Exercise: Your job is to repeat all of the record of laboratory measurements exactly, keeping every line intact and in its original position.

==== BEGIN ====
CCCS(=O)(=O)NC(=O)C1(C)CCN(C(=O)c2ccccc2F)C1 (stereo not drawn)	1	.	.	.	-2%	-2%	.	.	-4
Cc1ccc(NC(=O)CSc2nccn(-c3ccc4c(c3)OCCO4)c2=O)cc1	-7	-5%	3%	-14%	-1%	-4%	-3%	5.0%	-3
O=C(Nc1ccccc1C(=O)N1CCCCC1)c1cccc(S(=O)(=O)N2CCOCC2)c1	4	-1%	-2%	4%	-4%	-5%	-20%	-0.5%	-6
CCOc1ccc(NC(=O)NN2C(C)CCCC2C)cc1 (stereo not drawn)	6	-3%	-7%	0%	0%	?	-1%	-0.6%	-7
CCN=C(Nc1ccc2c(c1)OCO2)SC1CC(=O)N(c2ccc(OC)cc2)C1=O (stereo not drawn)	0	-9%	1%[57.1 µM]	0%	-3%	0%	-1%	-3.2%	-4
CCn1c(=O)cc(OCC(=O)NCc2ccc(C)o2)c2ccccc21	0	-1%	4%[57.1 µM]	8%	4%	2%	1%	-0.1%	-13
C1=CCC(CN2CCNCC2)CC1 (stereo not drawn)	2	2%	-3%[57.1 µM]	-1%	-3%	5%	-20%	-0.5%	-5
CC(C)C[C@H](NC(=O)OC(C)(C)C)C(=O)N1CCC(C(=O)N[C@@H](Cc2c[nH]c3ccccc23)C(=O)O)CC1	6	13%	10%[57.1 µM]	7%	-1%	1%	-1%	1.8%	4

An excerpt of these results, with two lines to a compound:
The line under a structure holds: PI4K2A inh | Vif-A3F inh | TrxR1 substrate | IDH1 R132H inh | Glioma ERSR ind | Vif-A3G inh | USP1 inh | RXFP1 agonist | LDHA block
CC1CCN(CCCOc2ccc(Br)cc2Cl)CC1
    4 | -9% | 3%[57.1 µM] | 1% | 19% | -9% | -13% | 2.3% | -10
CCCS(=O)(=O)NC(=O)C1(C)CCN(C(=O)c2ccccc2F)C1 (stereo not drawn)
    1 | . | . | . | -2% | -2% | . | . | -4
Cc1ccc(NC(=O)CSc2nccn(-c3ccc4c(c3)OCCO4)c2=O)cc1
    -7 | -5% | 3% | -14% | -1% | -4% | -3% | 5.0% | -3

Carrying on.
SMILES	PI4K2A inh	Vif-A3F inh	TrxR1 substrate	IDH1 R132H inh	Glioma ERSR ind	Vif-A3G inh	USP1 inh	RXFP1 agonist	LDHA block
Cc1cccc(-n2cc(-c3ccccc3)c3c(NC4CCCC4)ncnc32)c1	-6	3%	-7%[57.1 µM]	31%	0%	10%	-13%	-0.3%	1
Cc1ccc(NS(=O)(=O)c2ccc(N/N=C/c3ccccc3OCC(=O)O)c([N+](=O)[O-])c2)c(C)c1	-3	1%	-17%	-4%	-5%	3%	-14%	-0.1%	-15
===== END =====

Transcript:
CCCS(=O)(=O)NC(=O)C1(C)CCN(C(=O)c2ccccc2F)C1 (stereo not drawn)	1	.	.	.	-2%	-2%	.	.	-4
Cc1ccc(NC(=O)CSc2nccn(-c3ccc4c(c3)OCCO4)c2=O)cc1	-7	-5%	3%	-14%	-1%	-4%	-3%	5.0%	-3
O=C(Nc1ccccc1C(=O)N1CCCCC1)c1cccc(S(=O)(=O)N2CCOCC2)c1	4	-1%	-2%	4%	-4%	-5%	-20%	-0.5%	-6
CCOc1ccc(NC(=O)NN2C(C)CCCC2C)cc1 (stereo not drawn)	6	-3%	-7%	0%	0%	?	-1%	-0.6%	-7
CCN=C(Nc1ccc2c(c1)OCO2)SC1CC(=O)N(c2ccc(OC)cc2)C1=O (stereo not drawn)	0	-9%	1%[57.1 µM]	0%	-3%	0%	-1%	-3.2%	-4
CCn1c(=O)cc(OCC(=O)NCc2ccc(C)o2)c2ccccc21	0	-1%	4%[57.1 µM]	8%	4%	2%	1%	-0.1%	-13
C1=CCC(CN2CCNCC2)CC1 (stereo not drawn)	2	2%	-3%[57.1 µM]	-1%	-3%	5%	-20%	-0.5%	-5
CC(C)C[C@H](NC(=O)OC(C)(C)C)C(=O)N1CCC(C(=O)N[C@@H](Cc2c[nH]c3ccccc23)C(=O)O)CC1	6	13%	10%[57.1 µM]	7%	-1%	1%	-1%	1.8%	4

An excerpt of these results, with two lines to a compound:
The line under a structure holds: PI4K2A inh | Vif-A3F inh | TrxR1 substrate | IDH1 R132H inh | Glioma ERSR ind | Vif-A3G inh | USP1 inh | RXFP1 agonist | LDHA block
CC1CCN(CCCOc2ccc(Br)cc2Cl)CC1
    4 | -9% | 3%[57.1 µM] | 1% | 19% | -9% | -13% | 2.3% | -10
CCCS(=O)(=O)NC(=O)C1(C)CCN(C(=O)c2ccccc2F)C1 (stereo not drawn)
    1 | . | . | . | -2% | -2% | . | . | -4
Cc1ccc(NC(=O)CSc2nccn(-c3ccc4c(c3)OCCO4)c2=O)cc1
    -7 | -5% | 3% | -14% | -1% | -4% | -3% | 5.0% | -3

Carrying on.
SMILES	PI4K2A inh	Vif-A3F inh	TrxR1 substrate	IDH1 R132H inh	Glioma ERSR ind	Vif-A3G inh	USP1 inh	RXFP1 agonist	LDHA block
Cc1cccc(-n2cc(-c3ccccc3)c3c(NC4CCCC4)ncnc32)c1	-6	3%	-7%[57.1 µM]	31%	0%	10%	-13%	-0.3%	1
Cc1ccc(NS(=O)(=O)c2ccc(N/N=C/c3ccccc3OCC(=O)O)c([N+](=O)[O-])c2)c(C)c1	-3	1%	-17%	-4%	-5%	3%	-14%	-0.1%	-15